UBC Faculty Research and Publications

Paramilitary Conflict in Colombia: A Case Study of Economic Causes of Conflict Recidivism Prieto Bustos, William Orlando; Manrique-Hernandez, Johanna

Abstract

Following the peace accord on 26 September 2016 between the Colombian government and the Colombian Revolutionary Armed Forces (FARC), significant structural issues persisted in Colombia, such as state fragility, land distribution challenges, and rural impoverishment, all of which jeopardized sustainable peace. Previous disarmament events indicated potential shifts in violence and recidivism rates among ex-combatants. This paper aims to determine the likelihood that, in the post-conflict era with FARC, these ex-combatants would rearm themselves into new criminal factions. Employing a methodology by Paul Collier, the study utilized logit, probit, and panel data models with both fixed and random effects to evaluate the recidivism risk at the municipal level. A 1% increase in per capita municipal income decreased conflict probability due to the increased opportunity cost of disrupting economic endeavors. Conversely, 1% increases in potential conflict benefits from tax revenue and natural resource proceeds raised the probability of conflict by 40% and 17%, respectively. Key results indicate that economic advancement, as measured by per capita income, reduced the duration of paramilitary presence, whereas revenue from taxes and natural resources extended it at the municipal level in Colombia.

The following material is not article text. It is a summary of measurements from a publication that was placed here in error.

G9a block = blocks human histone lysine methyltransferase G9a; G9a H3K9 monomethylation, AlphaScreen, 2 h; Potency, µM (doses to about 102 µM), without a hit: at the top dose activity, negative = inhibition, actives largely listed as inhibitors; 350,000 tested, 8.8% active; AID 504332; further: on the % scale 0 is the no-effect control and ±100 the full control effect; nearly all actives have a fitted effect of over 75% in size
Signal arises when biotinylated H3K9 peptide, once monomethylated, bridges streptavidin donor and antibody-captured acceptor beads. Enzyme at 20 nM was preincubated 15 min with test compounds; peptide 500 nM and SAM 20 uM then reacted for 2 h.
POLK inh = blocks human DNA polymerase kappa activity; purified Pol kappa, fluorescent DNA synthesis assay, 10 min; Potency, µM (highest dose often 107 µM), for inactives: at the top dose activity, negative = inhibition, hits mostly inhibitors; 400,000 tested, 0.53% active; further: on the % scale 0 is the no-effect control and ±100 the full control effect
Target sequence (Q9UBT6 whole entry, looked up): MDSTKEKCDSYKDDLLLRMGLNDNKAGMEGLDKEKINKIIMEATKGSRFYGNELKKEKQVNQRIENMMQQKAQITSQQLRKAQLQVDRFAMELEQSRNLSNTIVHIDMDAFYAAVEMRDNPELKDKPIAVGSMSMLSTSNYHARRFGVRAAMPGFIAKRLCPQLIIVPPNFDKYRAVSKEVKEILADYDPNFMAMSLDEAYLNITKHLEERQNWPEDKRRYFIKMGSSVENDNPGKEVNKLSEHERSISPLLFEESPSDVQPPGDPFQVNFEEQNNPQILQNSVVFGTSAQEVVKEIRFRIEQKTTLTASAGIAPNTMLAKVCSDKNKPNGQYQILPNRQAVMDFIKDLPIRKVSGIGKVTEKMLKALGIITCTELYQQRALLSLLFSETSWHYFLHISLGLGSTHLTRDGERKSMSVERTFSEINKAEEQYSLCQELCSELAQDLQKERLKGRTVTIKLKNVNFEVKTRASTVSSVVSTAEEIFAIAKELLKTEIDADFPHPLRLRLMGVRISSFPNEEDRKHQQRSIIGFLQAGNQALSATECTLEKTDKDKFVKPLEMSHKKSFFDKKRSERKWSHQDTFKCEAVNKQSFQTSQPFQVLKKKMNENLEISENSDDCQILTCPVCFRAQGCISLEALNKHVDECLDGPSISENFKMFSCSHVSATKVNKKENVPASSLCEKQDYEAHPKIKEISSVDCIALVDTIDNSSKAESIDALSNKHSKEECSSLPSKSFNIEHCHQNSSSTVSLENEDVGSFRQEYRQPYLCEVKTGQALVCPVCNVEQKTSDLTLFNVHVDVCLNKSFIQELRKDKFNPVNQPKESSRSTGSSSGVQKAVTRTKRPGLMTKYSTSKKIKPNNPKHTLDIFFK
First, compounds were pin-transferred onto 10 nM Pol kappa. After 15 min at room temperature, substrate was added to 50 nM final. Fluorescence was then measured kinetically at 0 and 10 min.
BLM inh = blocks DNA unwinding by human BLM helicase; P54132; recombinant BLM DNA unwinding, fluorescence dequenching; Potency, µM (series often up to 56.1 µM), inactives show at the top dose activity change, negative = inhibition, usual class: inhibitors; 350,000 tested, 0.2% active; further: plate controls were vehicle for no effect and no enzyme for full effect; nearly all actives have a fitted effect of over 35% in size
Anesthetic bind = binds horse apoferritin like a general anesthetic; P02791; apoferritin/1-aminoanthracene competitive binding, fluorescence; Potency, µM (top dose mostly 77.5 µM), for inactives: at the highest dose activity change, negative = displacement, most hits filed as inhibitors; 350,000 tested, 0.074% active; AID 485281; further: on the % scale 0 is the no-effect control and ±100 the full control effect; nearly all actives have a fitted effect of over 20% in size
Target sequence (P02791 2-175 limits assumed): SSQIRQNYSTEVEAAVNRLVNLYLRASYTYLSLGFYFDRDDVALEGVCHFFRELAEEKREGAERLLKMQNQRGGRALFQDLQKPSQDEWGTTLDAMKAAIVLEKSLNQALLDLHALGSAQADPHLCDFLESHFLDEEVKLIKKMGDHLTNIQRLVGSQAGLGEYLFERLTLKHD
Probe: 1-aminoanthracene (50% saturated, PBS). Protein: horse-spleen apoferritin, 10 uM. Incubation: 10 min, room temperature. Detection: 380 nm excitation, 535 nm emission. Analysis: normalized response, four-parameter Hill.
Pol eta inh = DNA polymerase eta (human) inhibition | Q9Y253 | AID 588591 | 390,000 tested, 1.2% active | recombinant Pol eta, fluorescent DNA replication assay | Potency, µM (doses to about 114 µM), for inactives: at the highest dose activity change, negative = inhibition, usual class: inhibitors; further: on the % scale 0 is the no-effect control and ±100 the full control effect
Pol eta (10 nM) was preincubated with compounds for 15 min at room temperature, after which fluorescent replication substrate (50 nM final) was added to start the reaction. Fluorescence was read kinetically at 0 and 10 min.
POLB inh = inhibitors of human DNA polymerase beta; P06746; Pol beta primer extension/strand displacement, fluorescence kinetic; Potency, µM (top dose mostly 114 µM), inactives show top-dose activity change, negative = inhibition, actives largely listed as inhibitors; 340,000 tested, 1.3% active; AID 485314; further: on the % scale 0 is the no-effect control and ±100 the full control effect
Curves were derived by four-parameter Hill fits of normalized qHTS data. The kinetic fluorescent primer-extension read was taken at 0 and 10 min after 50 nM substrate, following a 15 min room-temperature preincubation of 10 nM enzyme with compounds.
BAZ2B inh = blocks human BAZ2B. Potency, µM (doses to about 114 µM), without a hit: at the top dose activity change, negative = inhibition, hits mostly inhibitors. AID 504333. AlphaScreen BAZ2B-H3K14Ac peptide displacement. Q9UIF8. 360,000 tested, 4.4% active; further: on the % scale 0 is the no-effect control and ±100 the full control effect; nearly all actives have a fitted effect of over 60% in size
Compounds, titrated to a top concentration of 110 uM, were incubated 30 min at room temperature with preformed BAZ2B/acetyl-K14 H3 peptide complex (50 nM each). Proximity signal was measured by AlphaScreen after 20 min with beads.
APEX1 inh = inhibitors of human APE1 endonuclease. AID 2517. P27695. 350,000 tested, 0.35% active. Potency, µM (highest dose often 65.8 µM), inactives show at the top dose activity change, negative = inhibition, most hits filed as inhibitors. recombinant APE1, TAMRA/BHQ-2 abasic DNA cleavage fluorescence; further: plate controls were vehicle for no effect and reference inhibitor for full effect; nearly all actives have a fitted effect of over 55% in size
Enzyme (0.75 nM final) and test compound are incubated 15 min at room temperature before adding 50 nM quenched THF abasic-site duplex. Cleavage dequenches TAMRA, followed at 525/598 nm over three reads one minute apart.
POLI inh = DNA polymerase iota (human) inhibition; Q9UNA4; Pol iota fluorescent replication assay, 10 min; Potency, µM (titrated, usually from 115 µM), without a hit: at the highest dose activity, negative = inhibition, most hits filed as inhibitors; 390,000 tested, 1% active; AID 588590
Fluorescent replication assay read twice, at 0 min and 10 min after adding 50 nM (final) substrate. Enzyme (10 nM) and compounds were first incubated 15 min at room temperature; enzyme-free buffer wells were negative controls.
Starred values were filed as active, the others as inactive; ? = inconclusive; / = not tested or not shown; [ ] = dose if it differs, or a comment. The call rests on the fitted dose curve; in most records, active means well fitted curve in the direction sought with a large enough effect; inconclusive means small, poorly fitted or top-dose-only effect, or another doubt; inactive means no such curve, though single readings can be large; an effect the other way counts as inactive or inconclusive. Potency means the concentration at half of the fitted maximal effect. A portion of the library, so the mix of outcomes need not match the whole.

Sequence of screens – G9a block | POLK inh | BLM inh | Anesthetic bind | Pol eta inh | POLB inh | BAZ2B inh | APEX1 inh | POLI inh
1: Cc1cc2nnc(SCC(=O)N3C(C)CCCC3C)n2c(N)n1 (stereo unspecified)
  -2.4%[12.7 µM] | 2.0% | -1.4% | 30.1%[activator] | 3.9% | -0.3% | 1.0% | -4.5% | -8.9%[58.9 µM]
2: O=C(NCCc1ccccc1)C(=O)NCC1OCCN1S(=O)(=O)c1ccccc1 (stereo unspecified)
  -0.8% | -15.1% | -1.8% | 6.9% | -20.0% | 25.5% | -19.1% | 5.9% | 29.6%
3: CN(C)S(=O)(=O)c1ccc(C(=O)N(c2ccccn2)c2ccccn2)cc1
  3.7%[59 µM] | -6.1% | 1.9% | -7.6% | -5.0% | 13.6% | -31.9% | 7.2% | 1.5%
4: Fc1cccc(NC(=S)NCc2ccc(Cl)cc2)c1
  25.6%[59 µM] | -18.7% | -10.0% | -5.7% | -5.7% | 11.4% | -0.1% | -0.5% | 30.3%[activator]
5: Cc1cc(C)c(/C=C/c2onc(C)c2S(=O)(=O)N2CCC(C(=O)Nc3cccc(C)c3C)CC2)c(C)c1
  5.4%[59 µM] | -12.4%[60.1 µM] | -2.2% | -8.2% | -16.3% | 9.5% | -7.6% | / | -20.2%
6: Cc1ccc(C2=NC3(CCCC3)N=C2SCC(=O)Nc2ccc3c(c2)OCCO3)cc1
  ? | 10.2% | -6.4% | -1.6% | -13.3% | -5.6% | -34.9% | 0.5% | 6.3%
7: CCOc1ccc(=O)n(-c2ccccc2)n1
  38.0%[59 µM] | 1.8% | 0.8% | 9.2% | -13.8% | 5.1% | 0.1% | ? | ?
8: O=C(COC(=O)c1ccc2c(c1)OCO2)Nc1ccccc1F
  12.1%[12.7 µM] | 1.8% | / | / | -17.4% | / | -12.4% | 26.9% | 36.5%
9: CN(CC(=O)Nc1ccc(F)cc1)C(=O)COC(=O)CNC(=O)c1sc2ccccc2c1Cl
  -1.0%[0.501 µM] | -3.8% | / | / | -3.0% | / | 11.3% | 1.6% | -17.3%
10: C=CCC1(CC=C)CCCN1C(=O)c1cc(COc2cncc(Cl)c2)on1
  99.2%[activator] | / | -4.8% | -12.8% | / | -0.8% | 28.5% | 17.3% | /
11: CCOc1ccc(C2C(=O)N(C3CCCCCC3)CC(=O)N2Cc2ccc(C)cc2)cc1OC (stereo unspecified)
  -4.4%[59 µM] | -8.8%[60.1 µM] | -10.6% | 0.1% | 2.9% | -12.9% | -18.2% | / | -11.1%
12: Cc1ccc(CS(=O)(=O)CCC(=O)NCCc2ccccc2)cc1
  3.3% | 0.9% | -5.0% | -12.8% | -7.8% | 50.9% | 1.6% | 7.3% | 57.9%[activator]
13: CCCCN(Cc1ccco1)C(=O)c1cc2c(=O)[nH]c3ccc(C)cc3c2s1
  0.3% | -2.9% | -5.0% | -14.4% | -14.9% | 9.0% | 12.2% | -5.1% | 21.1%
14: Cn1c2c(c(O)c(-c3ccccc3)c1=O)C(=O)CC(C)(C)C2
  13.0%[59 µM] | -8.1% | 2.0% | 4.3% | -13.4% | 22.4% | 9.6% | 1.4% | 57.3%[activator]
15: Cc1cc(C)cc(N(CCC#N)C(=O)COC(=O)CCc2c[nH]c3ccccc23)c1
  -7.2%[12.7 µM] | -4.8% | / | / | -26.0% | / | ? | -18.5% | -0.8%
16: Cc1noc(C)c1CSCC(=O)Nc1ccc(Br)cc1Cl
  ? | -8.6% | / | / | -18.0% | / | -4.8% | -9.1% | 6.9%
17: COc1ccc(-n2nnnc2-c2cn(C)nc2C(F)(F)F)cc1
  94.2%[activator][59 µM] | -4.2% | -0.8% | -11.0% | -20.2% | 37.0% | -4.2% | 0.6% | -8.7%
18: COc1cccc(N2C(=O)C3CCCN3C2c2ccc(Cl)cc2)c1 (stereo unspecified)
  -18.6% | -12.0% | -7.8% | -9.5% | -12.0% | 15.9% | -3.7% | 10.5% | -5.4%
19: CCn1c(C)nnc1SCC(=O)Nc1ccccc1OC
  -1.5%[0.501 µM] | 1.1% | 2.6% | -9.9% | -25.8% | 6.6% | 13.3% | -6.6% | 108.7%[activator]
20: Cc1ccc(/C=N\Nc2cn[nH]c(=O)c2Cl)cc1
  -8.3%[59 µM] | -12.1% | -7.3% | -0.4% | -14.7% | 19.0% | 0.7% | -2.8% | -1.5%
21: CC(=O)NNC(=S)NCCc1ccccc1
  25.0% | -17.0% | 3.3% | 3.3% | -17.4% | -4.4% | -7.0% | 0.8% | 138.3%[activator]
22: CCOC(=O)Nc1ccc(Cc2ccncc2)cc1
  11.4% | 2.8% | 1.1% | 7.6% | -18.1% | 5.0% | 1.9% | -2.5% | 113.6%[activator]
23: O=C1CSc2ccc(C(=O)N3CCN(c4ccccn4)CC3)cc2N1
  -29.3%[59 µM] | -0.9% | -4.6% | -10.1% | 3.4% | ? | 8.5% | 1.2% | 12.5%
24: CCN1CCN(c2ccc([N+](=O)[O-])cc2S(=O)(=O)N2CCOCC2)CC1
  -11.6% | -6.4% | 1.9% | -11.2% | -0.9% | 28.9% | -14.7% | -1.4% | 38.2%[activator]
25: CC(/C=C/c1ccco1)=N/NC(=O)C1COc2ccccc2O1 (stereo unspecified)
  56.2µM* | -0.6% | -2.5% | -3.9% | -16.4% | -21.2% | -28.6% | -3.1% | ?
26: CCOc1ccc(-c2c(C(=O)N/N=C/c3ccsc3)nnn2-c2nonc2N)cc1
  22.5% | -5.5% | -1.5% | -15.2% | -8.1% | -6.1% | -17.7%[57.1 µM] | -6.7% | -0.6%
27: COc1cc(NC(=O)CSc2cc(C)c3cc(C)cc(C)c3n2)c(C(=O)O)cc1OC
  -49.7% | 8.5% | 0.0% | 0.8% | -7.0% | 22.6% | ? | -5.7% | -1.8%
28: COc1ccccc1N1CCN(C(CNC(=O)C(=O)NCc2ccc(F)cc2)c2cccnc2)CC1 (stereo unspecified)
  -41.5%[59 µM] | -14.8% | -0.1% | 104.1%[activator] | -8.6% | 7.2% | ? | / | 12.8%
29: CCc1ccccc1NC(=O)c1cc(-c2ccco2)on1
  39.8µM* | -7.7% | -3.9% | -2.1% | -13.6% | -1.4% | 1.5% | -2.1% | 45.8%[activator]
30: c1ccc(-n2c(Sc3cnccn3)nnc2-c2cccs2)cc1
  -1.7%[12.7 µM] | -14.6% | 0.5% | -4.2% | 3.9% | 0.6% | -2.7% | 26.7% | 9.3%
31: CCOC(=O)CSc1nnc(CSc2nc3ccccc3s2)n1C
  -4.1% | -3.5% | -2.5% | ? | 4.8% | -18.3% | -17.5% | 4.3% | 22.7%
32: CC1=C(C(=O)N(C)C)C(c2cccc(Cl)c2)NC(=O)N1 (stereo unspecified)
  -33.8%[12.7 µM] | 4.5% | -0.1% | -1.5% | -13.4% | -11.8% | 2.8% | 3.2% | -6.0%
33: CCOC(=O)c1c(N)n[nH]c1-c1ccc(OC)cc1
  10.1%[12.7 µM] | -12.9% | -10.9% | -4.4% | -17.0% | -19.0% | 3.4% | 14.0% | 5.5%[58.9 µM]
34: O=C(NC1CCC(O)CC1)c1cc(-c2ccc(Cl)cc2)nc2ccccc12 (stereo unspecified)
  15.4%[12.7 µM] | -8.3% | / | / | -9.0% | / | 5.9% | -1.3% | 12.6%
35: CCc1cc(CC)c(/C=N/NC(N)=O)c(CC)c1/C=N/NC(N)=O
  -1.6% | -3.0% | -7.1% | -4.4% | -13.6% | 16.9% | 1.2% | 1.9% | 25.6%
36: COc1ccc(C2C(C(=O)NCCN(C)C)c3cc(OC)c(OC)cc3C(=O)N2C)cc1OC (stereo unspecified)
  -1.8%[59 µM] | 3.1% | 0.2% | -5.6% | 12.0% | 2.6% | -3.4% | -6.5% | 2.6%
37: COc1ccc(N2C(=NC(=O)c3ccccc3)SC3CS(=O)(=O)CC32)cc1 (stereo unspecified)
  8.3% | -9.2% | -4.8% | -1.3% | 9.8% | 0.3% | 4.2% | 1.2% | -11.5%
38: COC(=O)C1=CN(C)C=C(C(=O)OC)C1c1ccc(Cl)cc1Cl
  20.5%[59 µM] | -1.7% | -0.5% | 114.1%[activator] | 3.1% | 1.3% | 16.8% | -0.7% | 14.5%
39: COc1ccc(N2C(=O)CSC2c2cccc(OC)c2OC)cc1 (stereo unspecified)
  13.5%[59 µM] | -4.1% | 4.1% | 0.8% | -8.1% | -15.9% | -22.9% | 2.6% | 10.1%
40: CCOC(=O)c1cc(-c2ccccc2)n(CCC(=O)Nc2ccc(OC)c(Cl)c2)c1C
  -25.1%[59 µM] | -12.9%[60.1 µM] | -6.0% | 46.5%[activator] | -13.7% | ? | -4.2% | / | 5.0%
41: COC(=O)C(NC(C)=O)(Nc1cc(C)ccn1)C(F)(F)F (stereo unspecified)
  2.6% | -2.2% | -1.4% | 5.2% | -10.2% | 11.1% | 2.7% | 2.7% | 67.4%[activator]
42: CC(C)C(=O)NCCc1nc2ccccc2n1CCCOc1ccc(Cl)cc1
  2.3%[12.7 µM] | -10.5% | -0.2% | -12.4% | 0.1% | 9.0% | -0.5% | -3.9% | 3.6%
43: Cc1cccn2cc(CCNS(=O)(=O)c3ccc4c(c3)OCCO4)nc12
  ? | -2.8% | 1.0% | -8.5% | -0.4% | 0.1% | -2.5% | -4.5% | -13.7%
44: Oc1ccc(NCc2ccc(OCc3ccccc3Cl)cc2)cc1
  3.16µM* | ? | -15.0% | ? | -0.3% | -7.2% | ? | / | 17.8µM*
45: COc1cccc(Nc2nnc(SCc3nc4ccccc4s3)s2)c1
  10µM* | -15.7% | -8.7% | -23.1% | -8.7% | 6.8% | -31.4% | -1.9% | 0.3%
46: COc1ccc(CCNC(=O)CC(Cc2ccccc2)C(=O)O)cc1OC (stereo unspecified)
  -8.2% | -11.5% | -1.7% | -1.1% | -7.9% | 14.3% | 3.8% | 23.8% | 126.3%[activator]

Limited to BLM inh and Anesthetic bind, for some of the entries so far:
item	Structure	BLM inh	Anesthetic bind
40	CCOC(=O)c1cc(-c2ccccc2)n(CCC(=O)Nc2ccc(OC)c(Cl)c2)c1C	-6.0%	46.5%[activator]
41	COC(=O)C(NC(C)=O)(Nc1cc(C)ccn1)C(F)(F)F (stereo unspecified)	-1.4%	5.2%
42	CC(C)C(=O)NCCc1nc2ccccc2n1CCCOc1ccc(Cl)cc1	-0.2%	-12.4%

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CC BY 4.0